Water quality testing is important for new drinking water wells in addition to periodic evaluation of existing wells. Water quality testing is fundamental in helping to protect drinking water supplies to ensure safety and quality. Water quality testing is done as a precaution to warn customers when bacteria levels are high.
Bacteria may be introduced into a water supply well when installing equipment in the well, including water level monitoring devices. Contaminants may infiltrate your well from the soil or from the air. Common bacterial contaminants include E. coli and total coliforms.
Total Aerobic Bacteria
Testing water quality on a regular basis is recommended for maintaining a safe and reliable source. Water quality testing allows potential contamination to be detected early enough. Common water contaminants include coliform and E.coli bacteria. Both well water and waste water can be tested for microbial contaminants.
Methods Of Water Quality Testing
Water quality testing should follow use standard methods such as those of ASTM or methods recommended by US FDA or Health Canada.
Below are common microbial tests for water:
Coliforms are tested for as indicators of sewage contamination. They can be tested for in water samples, swab samples, and air samples. Water samples (if the water comes from a chlorinated system) must be treated with sodium thiosulfate. Swab samples are collected using liquid culture swabs to preserve the sampled bacteria. A basic test involves testing for presence/absence of coliforms with or without enumeration. A more detailed test involves identification of the coliforms to genus or species with or without enumeration. For sampling information, please contact usso that we can discuss the needs of your unique situation.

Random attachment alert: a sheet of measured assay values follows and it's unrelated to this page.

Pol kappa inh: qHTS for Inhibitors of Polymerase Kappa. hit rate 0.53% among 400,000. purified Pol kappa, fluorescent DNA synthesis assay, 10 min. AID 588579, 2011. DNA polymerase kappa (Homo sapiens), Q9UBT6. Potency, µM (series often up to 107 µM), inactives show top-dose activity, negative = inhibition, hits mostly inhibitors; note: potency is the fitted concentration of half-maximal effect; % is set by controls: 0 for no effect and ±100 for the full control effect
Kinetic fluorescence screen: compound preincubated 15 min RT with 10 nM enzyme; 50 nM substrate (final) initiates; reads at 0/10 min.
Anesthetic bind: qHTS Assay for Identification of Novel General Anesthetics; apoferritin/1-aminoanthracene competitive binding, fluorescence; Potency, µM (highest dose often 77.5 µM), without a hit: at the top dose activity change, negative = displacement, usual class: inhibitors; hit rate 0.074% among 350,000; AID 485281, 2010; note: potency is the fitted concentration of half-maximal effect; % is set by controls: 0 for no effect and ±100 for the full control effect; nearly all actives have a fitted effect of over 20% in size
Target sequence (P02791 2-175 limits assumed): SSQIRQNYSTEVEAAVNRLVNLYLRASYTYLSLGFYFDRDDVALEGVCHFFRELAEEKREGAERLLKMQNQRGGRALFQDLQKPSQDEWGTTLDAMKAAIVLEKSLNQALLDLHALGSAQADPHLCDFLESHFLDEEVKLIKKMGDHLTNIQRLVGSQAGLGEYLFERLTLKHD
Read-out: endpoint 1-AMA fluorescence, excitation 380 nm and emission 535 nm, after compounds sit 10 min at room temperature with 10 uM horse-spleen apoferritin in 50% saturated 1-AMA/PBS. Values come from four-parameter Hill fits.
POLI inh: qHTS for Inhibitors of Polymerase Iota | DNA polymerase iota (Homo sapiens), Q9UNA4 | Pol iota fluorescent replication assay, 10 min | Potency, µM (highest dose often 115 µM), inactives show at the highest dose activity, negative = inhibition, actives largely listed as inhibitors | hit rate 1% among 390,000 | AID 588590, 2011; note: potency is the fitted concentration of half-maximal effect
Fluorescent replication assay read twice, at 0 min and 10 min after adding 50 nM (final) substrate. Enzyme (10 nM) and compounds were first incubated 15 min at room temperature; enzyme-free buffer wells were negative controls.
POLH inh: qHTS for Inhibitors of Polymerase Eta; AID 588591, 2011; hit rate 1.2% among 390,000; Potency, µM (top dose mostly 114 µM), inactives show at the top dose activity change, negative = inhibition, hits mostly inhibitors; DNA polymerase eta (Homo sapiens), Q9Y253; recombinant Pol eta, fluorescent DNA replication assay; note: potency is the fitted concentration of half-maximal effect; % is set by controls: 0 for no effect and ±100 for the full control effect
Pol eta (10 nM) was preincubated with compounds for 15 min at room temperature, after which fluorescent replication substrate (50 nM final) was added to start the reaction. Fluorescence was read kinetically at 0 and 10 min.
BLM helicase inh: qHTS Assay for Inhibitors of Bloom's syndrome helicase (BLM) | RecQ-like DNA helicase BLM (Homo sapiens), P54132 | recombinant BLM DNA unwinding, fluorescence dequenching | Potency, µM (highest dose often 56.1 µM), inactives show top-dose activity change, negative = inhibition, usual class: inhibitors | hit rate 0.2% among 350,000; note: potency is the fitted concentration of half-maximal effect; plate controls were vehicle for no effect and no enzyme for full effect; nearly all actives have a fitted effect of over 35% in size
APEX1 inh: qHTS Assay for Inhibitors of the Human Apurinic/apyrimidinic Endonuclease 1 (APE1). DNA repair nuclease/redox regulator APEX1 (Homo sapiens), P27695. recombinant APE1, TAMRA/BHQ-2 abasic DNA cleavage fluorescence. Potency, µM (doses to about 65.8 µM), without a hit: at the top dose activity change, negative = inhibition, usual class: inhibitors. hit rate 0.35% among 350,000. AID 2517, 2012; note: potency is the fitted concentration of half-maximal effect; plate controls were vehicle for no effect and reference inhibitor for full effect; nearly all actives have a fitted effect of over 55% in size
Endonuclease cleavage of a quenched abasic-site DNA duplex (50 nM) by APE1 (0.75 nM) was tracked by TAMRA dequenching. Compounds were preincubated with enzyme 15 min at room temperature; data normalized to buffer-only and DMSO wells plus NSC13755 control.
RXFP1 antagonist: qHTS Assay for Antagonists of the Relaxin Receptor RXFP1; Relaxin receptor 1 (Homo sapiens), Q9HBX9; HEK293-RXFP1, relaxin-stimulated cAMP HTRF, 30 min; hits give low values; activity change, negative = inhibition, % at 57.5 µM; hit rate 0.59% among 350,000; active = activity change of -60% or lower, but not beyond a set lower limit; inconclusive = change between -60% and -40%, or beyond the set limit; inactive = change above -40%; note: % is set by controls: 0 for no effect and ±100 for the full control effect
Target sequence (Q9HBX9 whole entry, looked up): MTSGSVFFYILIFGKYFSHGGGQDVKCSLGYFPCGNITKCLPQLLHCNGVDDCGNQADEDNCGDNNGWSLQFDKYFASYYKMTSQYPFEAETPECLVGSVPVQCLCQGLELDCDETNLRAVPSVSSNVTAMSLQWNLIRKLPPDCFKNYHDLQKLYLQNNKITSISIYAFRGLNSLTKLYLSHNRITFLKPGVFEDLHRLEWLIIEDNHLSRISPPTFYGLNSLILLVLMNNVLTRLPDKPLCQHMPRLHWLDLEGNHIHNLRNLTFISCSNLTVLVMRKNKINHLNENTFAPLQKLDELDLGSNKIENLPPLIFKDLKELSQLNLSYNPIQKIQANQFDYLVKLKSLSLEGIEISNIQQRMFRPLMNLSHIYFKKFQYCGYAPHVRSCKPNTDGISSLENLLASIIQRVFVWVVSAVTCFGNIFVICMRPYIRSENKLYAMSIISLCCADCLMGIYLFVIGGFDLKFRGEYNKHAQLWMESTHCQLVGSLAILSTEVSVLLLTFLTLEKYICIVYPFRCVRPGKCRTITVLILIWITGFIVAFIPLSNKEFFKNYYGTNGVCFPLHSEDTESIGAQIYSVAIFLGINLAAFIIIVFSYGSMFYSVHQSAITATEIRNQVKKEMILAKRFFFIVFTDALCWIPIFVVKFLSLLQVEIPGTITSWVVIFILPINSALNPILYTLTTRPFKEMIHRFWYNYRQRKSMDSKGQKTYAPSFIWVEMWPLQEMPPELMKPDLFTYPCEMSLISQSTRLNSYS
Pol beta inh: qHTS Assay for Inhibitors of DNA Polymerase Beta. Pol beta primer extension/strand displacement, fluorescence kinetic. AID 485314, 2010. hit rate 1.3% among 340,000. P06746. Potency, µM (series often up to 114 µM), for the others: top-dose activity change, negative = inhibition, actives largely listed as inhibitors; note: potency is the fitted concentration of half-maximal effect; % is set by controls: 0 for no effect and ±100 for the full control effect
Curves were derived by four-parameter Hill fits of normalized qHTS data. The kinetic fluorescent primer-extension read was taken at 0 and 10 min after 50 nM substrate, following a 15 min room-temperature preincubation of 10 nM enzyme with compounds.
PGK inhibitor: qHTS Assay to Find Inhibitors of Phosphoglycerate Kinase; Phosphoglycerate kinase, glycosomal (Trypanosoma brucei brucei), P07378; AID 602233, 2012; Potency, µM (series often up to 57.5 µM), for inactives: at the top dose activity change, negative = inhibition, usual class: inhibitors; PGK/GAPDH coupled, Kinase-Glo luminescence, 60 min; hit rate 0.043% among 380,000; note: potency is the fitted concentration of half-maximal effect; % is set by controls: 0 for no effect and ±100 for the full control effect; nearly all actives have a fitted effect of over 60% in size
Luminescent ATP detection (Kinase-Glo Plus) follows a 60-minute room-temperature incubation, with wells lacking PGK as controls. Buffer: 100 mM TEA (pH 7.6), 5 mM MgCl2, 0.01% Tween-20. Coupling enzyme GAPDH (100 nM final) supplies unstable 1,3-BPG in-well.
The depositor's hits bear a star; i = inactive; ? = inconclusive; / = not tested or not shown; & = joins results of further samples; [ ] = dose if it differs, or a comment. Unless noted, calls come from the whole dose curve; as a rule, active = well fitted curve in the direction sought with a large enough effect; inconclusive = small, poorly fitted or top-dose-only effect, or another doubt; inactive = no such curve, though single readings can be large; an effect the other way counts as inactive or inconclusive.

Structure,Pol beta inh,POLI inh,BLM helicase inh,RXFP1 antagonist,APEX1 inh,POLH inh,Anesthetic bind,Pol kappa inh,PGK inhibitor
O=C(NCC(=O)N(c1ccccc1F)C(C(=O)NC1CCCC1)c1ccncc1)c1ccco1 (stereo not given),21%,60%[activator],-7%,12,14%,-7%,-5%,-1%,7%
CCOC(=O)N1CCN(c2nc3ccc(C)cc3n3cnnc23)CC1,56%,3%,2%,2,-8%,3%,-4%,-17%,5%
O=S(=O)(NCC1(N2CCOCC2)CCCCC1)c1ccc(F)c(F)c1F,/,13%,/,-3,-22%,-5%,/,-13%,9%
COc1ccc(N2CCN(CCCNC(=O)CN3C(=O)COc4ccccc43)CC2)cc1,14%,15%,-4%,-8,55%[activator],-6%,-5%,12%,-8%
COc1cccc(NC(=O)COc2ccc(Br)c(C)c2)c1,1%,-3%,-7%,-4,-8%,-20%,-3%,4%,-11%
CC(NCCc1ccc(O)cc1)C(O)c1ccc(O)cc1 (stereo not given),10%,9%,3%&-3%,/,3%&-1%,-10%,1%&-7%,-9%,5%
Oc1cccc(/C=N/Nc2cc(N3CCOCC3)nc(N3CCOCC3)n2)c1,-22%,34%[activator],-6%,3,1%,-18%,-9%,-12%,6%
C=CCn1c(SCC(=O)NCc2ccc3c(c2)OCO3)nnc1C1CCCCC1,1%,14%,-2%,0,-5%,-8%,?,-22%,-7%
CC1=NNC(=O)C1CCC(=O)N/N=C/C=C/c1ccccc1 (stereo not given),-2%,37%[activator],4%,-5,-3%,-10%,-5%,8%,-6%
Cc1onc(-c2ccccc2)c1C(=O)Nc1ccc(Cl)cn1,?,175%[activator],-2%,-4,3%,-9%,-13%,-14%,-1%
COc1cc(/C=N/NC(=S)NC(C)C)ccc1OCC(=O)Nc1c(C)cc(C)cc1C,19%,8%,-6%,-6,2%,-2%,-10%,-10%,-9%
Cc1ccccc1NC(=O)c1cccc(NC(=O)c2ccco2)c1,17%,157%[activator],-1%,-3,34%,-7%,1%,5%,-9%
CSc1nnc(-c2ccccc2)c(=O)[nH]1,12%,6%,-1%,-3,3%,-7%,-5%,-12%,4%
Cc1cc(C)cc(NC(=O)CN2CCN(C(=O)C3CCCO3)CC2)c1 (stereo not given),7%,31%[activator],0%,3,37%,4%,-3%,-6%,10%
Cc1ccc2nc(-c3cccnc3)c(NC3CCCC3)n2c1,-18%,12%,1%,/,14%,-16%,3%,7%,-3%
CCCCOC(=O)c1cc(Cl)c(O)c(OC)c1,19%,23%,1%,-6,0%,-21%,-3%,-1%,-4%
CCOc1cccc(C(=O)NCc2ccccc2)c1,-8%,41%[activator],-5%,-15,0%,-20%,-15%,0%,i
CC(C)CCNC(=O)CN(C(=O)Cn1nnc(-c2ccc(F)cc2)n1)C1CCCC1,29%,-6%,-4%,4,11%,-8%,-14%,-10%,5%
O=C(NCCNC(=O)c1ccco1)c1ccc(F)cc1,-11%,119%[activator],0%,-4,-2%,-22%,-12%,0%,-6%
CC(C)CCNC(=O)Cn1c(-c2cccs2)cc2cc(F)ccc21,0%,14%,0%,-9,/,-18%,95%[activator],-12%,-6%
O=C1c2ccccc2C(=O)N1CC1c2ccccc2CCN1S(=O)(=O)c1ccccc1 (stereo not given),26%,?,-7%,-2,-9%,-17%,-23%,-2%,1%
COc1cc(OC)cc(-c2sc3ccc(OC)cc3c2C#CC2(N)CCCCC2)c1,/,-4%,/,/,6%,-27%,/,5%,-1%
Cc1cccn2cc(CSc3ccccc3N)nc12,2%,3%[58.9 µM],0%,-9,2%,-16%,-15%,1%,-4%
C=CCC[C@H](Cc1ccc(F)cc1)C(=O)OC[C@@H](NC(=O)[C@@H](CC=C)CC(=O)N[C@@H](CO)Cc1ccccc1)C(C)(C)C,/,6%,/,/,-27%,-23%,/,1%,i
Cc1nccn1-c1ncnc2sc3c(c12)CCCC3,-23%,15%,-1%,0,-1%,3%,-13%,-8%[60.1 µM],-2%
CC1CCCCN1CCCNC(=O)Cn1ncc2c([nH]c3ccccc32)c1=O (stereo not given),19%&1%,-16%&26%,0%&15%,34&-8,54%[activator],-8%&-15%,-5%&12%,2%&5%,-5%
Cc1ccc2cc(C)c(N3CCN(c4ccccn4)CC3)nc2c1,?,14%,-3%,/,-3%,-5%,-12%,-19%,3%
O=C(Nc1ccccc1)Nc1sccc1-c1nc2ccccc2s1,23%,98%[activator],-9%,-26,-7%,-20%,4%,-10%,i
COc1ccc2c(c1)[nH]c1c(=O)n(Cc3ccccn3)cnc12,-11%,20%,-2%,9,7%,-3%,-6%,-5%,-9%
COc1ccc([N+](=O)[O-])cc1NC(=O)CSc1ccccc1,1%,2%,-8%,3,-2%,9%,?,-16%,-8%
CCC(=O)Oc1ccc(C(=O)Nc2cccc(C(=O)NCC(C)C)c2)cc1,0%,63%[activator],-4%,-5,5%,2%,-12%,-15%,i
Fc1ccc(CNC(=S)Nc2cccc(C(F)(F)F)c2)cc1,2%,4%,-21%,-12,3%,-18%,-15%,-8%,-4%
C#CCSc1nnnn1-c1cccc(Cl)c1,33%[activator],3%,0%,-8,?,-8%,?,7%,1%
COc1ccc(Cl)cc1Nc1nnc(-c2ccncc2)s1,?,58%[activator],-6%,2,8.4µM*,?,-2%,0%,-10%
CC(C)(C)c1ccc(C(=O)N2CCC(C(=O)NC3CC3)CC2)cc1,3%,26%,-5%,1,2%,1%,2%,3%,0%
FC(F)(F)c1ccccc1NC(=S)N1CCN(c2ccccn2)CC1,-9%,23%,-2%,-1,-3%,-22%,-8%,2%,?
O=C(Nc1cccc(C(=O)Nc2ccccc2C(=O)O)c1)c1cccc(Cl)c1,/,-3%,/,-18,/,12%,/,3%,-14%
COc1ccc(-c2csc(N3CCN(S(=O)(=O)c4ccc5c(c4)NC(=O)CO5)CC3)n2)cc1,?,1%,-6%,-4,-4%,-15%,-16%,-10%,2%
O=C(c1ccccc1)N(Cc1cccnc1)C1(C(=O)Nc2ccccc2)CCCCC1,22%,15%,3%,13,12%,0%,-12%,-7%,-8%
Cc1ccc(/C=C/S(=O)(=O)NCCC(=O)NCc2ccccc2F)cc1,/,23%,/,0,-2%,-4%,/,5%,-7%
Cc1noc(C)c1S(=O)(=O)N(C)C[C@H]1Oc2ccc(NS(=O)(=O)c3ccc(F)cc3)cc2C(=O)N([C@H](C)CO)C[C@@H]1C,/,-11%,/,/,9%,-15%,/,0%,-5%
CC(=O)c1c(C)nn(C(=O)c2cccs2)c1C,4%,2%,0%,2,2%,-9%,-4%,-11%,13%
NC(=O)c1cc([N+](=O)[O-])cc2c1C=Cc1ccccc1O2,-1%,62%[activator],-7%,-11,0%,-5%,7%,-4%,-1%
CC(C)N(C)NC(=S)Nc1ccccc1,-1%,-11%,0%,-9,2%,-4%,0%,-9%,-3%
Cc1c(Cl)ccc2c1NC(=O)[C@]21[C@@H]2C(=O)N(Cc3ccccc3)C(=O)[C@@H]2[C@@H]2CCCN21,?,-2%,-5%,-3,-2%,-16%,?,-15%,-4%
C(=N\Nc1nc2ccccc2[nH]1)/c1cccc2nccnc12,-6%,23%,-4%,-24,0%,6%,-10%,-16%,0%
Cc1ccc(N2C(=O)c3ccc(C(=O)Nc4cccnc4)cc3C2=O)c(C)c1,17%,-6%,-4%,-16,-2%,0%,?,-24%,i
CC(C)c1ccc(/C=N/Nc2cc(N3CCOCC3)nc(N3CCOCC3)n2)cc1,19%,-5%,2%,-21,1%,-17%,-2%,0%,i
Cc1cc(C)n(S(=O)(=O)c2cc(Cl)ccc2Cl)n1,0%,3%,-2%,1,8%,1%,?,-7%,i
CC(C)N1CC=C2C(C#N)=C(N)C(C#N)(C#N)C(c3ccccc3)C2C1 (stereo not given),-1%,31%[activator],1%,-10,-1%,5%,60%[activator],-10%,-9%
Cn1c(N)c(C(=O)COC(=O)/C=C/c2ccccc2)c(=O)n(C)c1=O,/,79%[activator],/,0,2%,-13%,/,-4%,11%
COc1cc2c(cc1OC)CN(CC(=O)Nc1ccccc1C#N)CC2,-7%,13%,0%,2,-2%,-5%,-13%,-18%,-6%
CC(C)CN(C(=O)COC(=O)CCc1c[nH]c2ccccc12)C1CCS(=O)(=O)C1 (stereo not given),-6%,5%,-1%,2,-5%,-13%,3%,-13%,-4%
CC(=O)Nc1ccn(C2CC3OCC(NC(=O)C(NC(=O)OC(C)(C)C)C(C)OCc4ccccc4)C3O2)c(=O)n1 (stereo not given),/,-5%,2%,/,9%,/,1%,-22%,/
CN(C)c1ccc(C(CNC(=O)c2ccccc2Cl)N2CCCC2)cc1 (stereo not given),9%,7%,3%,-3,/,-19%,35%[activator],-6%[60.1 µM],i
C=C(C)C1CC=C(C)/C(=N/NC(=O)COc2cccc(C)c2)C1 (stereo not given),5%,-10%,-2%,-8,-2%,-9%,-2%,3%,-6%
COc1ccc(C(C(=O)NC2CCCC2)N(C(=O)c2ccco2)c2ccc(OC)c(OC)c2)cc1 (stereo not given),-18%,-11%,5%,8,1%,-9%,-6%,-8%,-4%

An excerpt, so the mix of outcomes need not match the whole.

Iron bacteria are seen as nuisances, and are particularly common in systems using wells as a water source. They produce thick slime layers, which can cause blockage in a plumbing system. Iron bacteria can also discolour water or cause unpleasant odors. Testing for iron bacteria involves determing the level of contamination per milliliter of water. Results are reported as number of colony forming units per milliliter (CFU/ml) of water.
Sulfur bacteria act in a similar fashion to iron bacteria and are also commonly found in well-water systems. They also produce thick slime, usually coloured black. The odors produced by sulfur bacteria can be described as ‘rotten eggs’. Testing results for sulfur bacteria are reported as number of colony forming units per milliliter (CFU/ml) of water.
Legionella (Causative agent of Legionnaires’
The basic test for Legionella is presence/absence. Identification of species of Legionella is also provided if requested. Detailed information is available on the Legionella Analysis Page.
Other bacteria tests include:
- Bacteria Enumeration: Many samples can be analysed to determine the total number of colony forming units (cfus) per unit (either volume, area or weight).
- Gram Staining: We can stain and categorize bacterial cultures as Gram-positive or Gram-negative, and provide colony and cell morphology information.